J. D. Lewis-Williams: Myth and Meaning: San/Bushman Folklore in Global Context
This latest book by David Lewis-Williams, the dean of San/Bushman rock-art research, is a synthesis of a number of his other major works on the subject, which he has written or co-written over the past 30 odd years. Bushman rock art is considered in the context of the rich mythology and cosmology of the San, primarily nineteenth-century southern /Xam and Maluti Bushmen of the northwestern Cape and Drakensberg, with frequent references also to twentieth-century Kalahari San. The key terms and concepts of Lewis-Williams’s influential interpretive paradigm for San rock art based on shamanic trance are revisited and reinstated in Myth and Meaning with reference to a new concept, which Lewis-Williams employs as an interpretive device for making sense of the often oblique, ambiguity-beset meaning of San myth and belief. He refers to this analytical concept and methodological tool as “nuggets.”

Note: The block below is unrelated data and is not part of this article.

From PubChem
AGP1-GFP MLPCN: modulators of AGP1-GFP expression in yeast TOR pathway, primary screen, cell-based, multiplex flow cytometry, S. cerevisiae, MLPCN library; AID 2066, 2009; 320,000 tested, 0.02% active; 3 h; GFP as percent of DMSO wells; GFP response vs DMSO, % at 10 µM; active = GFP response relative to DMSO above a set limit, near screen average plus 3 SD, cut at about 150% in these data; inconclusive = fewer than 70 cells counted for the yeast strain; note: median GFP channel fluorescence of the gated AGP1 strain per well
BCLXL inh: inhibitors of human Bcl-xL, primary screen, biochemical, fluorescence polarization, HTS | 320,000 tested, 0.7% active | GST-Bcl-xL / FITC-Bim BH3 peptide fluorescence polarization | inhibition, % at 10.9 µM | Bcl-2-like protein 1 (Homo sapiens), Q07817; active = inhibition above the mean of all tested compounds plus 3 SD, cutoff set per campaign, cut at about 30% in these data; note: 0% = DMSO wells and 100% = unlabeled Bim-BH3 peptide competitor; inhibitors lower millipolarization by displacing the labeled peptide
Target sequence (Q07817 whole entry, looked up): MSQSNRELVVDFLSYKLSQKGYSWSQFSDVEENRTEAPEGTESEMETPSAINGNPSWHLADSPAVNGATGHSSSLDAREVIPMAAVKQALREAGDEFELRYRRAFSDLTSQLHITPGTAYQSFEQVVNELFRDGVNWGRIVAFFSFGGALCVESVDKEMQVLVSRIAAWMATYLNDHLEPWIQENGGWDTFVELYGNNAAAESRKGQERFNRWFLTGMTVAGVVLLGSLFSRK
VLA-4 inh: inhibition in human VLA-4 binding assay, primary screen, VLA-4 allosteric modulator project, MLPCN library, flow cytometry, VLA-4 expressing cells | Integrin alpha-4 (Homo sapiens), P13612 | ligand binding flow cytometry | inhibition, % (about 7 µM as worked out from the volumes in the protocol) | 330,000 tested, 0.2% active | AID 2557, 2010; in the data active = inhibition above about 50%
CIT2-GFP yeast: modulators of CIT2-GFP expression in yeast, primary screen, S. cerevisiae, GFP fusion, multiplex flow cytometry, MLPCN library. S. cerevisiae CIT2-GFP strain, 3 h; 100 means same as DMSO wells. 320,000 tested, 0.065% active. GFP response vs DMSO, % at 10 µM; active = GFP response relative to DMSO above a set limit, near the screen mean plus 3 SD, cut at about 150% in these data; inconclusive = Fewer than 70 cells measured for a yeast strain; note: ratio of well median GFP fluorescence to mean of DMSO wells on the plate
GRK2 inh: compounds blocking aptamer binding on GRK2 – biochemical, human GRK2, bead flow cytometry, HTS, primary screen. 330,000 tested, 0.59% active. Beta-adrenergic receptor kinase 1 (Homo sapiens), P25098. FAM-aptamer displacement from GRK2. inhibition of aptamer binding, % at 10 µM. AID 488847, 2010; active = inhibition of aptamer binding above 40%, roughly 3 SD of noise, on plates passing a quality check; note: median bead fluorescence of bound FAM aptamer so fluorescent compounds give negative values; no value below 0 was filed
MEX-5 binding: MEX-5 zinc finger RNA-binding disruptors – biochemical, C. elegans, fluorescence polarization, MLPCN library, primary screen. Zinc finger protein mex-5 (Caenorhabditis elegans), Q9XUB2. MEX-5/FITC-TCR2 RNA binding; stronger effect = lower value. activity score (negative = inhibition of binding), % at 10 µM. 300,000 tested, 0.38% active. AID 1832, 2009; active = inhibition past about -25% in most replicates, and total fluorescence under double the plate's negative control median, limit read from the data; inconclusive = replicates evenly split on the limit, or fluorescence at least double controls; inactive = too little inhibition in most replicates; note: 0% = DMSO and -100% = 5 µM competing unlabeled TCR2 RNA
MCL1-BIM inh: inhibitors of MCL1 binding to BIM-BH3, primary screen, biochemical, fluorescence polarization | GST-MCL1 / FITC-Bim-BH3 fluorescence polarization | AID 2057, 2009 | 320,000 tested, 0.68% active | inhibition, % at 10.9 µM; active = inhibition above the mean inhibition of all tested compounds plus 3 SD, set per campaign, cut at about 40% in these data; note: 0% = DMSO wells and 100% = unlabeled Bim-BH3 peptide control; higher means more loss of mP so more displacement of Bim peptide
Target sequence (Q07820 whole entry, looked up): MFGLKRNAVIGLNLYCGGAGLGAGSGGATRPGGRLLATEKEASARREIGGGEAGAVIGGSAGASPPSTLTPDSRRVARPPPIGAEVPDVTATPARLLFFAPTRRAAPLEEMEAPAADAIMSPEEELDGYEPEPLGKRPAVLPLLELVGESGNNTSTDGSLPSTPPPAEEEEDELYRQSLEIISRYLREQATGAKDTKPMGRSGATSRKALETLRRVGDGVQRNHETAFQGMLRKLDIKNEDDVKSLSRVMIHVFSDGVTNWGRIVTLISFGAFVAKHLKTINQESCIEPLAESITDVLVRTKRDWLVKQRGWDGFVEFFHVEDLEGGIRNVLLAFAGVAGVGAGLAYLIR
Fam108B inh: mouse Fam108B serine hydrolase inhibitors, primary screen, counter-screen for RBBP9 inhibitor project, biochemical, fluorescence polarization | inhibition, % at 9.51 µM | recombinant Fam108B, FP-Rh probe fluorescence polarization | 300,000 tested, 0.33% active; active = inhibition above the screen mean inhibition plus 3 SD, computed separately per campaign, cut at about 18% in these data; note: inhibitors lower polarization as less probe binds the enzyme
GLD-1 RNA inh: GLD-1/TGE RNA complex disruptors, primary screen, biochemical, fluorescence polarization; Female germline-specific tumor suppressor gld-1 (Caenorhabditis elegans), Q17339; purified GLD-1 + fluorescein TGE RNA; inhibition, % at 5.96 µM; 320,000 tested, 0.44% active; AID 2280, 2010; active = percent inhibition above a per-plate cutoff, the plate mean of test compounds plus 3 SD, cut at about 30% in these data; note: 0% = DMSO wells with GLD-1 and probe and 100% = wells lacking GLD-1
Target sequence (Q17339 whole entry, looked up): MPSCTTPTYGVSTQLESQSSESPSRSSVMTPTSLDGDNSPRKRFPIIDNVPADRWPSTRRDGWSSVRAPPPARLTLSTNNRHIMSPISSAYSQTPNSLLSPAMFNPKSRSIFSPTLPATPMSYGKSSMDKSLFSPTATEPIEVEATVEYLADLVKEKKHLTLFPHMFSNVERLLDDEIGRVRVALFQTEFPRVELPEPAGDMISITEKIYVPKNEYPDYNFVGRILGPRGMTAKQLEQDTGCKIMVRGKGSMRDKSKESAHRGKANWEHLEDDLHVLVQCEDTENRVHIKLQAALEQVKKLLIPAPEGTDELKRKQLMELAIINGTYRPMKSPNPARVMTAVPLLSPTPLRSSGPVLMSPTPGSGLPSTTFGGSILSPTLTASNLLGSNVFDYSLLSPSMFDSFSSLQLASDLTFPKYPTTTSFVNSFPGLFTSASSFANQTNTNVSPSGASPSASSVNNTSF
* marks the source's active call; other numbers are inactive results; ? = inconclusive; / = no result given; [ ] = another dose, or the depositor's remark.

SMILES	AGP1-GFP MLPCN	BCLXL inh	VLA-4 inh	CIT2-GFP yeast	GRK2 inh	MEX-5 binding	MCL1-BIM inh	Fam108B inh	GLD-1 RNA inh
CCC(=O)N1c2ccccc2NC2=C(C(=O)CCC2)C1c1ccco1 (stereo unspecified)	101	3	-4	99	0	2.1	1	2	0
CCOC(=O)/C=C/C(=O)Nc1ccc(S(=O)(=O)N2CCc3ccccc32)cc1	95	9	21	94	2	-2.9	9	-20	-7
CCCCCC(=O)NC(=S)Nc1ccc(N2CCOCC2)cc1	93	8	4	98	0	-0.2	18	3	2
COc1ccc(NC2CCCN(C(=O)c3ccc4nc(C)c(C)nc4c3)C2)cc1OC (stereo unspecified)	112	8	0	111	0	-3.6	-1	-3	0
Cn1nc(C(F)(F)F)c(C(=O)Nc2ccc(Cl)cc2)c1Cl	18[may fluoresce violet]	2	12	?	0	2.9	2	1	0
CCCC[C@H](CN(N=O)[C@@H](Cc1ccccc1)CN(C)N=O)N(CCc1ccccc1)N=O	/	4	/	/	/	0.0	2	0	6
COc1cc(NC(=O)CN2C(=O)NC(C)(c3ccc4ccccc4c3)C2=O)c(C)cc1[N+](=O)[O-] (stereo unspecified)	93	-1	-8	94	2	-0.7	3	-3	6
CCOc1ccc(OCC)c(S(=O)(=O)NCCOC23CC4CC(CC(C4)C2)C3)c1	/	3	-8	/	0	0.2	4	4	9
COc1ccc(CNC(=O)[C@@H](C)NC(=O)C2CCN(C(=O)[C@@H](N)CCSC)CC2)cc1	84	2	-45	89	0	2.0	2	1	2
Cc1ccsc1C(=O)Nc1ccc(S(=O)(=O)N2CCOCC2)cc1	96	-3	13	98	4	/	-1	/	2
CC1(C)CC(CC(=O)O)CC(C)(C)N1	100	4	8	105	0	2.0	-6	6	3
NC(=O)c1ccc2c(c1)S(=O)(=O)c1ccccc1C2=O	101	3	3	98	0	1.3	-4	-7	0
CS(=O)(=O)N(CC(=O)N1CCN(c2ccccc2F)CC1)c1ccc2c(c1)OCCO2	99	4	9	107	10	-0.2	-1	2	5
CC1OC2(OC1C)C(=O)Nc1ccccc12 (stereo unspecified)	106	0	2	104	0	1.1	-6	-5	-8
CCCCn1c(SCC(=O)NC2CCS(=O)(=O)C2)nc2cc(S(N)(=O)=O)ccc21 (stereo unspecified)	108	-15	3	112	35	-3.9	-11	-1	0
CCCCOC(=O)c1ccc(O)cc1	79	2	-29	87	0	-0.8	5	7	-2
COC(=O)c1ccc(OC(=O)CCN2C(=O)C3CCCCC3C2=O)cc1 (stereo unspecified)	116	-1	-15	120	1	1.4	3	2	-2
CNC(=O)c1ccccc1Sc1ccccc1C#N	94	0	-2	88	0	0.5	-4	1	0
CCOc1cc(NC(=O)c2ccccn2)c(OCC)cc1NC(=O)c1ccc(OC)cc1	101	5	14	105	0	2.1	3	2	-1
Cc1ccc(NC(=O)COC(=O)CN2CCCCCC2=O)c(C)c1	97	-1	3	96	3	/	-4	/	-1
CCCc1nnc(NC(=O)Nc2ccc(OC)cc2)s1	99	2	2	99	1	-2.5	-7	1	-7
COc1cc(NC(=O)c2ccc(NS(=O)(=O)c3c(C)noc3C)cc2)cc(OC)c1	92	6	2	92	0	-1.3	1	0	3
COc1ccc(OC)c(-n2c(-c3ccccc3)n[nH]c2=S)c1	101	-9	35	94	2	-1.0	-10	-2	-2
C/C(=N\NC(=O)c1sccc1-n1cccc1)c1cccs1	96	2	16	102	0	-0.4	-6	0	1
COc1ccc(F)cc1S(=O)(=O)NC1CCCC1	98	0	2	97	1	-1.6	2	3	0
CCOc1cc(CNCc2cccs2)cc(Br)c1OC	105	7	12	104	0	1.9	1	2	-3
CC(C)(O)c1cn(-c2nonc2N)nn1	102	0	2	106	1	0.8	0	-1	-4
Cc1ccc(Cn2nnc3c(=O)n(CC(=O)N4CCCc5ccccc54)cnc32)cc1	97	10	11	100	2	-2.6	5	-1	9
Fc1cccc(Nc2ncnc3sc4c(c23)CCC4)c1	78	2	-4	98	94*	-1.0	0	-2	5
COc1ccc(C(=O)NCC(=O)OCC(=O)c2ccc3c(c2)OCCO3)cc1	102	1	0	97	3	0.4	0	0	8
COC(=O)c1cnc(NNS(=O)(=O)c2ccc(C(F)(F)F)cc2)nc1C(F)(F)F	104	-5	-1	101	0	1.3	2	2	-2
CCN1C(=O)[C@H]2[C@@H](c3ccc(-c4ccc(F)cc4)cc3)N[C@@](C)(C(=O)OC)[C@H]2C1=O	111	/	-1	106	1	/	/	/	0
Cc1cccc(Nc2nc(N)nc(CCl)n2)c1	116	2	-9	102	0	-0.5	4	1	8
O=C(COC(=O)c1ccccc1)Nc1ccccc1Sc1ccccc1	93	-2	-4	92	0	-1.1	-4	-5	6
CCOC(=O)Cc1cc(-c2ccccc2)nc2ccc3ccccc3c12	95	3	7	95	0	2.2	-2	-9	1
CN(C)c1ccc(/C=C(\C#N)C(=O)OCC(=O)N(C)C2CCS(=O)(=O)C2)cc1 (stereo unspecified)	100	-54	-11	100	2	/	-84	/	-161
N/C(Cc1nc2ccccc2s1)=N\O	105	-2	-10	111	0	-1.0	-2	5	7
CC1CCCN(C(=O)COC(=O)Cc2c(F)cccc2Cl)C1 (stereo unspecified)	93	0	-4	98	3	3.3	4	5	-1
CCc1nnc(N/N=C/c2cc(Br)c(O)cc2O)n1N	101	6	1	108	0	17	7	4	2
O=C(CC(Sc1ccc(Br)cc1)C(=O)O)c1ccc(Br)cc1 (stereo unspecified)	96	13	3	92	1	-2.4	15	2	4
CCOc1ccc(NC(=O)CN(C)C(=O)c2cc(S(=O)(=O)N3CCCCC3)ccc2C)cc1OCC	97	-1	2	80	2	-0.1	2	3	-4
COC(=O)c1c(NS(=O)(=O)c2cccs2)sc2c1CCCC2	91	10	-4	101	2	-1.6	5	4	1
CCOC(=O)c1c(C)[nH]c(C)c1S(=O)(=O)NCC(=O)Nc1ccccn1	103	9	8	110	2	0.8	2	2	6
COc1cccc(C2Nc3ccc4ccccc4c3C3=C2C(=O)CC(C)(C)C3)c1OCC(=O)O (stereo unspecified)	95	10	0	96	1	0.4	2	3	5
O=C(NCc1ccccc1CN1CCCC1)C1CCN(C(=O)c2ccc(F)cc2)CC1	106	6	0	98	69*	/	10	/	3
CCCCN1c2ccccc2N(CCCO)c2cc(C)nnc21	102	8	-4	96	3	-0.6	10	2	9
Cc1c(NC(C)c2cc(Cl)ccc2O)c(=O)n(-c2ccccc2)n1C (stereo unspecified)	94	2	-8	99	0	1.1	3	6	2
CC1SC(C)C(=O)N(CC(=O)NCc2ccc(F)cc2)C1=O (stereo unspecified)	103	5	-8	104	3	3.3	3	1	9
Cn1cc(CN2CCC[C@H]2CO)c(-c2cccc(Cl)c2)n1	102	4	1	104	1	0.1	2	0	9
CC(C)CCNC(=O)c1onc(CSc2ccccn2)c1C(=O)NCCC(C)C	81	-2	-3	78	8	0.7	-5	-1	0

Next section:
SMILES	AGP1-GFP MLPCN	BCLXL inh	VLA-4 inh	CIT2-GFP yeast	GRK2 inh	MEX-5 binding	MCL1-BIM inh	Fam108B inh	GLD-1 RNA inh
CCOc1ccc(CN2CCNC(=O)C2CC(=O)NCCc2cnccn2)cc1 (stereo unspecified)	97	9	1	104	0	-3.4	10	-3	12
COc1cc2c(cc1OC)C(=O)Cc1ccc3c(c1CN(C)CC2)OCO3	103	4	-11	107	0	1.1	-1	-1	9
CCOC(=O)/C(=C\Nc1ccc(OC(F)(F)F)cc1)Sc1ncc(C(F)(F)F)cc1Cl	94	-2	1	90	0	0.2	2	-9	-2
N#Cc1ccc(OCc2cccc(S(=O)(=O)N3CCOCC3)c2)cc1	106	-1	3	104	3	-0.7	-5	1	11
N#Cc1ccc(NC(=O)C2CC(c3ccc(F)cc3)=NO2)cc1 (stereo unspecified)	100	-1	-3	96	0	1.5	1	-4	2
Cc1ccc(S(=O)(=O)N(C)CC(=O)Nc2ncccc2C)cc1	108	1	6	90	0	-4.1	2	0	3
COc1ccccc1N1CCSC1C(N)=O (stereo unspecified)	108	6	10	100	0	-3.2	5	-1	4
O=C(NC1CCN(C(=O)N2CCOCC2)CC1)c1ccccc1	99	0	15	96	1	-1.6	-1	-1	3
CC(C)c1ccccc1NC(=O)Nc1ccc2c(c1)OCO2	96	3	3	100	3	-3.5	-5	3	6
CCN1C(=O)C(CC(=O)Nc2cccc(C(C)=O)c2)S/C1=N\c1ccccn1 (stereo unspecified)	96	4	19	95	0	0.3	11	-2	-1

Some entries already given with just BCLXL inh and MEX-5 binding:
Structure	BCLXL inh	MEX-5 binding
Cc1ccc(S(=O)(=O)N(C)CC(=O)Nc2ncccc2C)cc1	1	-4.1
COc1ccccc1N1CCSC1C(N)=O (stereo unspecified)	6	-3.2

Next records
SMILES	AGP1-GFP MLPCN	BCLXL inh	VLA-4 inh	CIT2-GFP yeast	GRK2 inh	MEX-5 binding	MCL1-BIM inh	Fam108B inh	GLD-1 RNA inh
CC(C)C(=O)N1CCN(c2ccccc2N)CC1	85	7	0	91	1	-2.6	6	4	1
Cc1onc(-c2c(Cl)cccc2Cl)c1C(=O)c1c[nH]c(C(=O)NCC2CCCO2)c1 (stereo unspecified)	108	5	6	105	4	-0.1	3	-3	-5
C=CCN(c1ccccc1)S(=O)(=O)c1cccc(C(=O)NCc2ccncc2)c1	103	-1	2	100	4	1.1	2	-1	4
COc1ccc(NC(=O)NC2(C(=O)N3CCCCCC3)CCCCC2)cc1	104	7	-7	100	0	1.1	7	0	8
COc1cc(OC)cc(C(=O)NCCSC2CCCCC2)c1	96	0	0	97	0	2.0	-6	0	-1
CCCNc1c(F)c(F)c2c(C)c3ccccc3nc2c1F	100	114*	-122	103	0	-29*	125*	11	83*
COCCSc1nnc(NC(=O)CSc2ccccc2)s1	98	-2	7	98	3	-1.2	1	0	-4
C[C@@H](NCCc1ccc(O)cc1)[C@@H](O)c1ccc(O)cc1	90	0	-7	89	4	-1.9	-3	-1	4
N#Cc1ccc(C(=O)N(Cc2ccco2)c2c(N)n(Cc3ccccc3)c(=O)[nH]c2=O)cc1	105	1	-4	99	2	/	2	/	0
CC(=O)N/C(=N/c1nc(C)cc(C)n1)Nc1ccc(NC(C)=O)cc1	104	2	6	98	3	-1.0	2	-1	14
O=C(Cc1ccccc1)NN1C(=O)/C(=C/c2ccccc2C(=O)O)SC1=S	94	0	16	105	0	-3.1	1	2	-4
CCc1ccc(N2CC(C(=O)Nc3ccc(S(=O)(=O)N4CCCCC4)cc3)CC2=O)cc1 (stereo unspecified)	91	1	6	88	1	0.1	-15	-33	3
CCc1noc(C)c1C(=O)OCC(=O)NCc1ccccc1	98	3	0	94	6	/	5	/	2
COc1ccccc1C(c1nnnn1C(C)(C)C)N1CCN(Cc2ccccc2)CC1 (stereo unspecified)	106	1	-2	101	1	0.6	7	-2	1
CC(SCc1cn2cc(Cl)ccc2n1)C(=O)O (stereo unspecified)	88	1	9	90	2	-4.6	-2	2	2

Unlike the structuralist’s “mytheme”—to which Lewis-Williams’s earlier interpretive device,...
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